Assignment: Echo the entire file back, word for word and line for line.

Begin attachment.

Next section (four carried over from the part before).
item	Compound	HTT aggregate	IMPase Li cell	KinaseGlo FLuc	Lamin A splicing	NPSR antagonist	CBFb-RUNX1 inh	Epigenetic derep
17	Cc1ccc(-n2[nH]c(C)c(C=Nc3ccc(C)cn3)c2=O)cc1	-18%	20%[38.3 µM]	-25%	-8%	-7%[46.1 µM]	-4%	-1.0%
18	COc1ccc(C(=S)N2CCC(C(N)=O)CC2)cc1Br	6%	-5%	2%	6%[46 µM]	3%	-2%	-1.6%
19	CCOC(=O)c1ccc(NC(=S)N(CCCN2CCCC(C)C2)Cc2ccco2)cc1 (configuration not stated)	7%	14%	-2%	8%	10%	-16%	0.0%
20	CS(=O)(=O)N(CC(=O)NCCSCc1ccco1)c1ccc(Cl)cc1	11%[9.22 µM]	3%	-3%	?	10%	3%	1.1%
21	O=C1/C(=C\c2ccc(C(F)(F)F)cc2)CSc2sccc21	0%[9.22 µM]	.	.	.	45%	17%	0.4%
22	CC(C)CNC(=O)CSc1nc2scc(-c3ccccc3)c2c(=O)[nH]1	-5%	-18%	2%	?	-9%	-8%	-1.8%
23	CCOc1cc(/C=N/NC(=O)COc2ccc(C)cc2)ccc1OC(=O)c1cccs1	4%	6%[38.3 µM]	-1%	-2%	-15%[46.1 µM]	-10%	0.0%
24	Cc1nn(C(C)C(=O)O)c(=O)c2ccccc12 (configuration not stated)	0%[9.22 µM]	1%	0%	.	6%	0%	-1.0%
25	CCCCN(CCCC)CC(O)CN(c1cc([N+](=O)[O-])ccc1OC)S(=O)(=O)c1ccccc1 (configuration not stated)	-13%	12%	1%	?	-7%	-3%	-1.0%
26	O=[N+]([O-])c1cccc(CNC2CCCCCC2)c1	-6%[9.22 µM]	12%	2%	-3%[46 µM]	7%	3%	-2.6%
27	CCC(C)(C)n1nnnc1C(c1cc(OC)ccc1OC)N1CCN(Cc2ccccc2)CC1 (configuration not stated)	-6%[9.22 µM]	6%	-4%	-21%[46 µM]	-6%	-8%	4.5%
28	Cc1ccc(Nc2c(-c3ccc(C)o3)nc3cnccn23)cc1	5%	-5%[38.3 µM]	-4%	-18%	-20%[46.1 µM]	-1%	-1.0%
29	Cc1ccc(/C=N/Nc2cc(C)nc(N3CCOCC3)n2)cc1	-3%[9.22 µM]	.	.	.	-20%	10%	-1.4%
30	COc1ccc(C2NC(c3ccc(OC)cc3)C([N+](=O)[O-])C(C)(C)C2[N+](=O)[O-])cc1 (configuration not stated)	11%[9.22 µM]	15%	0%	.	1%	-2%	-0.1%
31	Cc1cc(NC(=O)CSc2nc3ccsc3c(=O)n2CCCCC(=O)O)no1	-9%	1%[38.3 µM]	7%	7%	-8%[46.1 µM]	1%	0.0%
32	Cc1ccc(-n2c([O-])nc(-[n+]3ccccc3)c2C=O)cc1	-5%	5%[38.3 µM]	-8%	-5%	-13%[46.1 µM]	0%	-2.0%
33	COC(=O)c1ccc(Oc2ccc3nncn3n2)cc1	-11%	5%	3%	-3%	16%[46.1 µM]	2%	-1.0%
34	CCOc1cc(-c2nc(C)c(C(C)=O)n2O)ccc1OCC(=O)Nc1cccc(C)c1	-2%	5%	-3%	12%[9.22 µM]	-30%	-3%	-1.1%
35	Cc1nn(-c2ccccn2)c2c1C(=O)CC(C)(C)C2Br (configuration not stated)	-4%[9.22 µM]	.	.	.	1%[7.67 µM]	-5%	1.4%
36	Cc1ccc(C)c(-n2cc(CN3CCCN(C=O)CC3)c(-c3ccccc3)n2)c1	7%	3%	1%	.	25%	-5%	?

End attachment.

Next section (four carried over from the part before).
item	Compound	HTT aggregate	IMPase Li cell	KinaseGlo FLuc	Lamin A splicing	NPSR antagonist	CBFb-RUNX1 inh	Epigenetic derep
17	Cc1ccc(-n2[nH]c(C)c(C=Nc3ccc(C)cn3)c2=O)cc1	-18%	20%[38.3 µM]	-25%	-8%	-7%[46.1 µM]	-4%	-1.0%
18	COc1ccc(C(=S)N2CCC(C(N)=O)CC2)cc1Br	6%	-5%	2%	6%[46 µM]	3%	-2%	-1.6%
19	CCOC(=O)c1ccc(NC(=S)N(CCCN2CCCC(C)C2)Cc2ccco2)cc1 (configuration not stated)	7%	14%	-2%	8%	10%	-16%	0.0%
20	CS(=O)(=O)N(CC(=O)NCCSCc1ccco1)c1ccc(Cl)cc1	11%[9.22 µM]	3%	-3%	?	10%	3%	1.1%
21	O=C1/C(=C\c2ccc(C(F)(F)F)cc2)CSc2sccc21	0%[9.22 µM]	.	.	.	45%	17%	0.4%
22	CC(C)CNC(=O)CSc1nc2scc(-c3ccccc3)c2c(=O)[nH]1	-5%	-18%	2%	?	-9%	-8%	-1.8%
23	CCOc1cc(/C=N/NC(=O)COc2ccc(C)cc2)ccc1OC(=O)c1cccs1	4%	6%[38.3 µM]	-1%	-2%	-15%[46.1 µM]	-10%	0.0%
24	Cc1nn(C(C)C(=O)O)c(=O)c2ccccc12 (configuration not stated)	0%[9.22 µM]	1%	0%	.	6%	0%	-1.0%
25	CCCCN(CCCC)CC(O)CN(c1cc([N+](=O)[O-])ccc1OC)S(=O)(=O)c1ccccc1 (configuration not stated)	-13%	12%	1%	?	-7%	-3%	-1.0%
26	O=[N+]([O-])c1cccc(CNC2CCCCCC2)c1	-6%[9.22 µM]	12%	2%	-3%[46 µM]	7%	3%	-2.6%
27	CCC(C)(C)n1nnnc1C(c1cc(OC)ccc1OC)N1CCN(Cc2ccccc2)CC1 (configuration not stated)	-6%[9.22 µM]	6%	-4%	-21%[46 µM]	-6%	-8%	4.5%
28	Cc1ccc(Nc2c(-c3ccc(C)o3)nc3cnccn23)cc1	5%	-5%[38.3 µM]	-4%	-18%	-20%[46.1 µM]	-1%	-1.0%
29	Cc1ccc(/C=N/Nc2cc(C)nc(N3CCOCC3)n2)cc1	-3%[9.22 µM]	.	.	.	-20%	10%	-1.4%
30	COc1ccc(C2NC(c3ccc(OC)cc3)C([N+](=O)[O-])C(C)(C)C2[N+](=O)[O-])cc1 (configuration not stated)	11%[9.22 µM]	15%	0%	.	1%	-2%	-0.1%
31	Cc1cc(NC(=O)CSc2nc3ccsc3c(=O)n2CCCCC(=O)O)no1	-9%	1%[38.3 µM]	7%	7%	-8%[46.1 µM]	1%	0.0%
32	Cc1ccc(-n2c([O-])nc(-[n+]3ccccc3)c2C=O)cc1	-5%	5%[38.3 µM]	-8%	-5%	-13%[46.1 µM]	0%	-2.0%
33	COC(=O)c1ccc(Oc2ccc3nncn3n2)cc1	-11%	5%	3%	-3%	16%[46.1 µM]	2%	-1.0%
34	CCOc1cc(-c2nc(C)c(C(C)=O)n2O)ccc1OCC(=O)Nc1cccc(C)c1	-2%	5%	-3%	12%[9.22 µM]	-30%	-3%	-1.1%
35	Cc1nn(-c2ccccn2)c2c1C(=O)CC(C)(C)C2Br (configuration not stated)	-4%[9.22 µM]	.	.	.	1%[7.67 µM]	-5%	1.4%
36	Cc1ccc(C)c(-n2cc(CN3CCCN(C=O)CC3)c(-c3ccccc3)n2)c1	7%	3%	1%	.	25%	-5%	?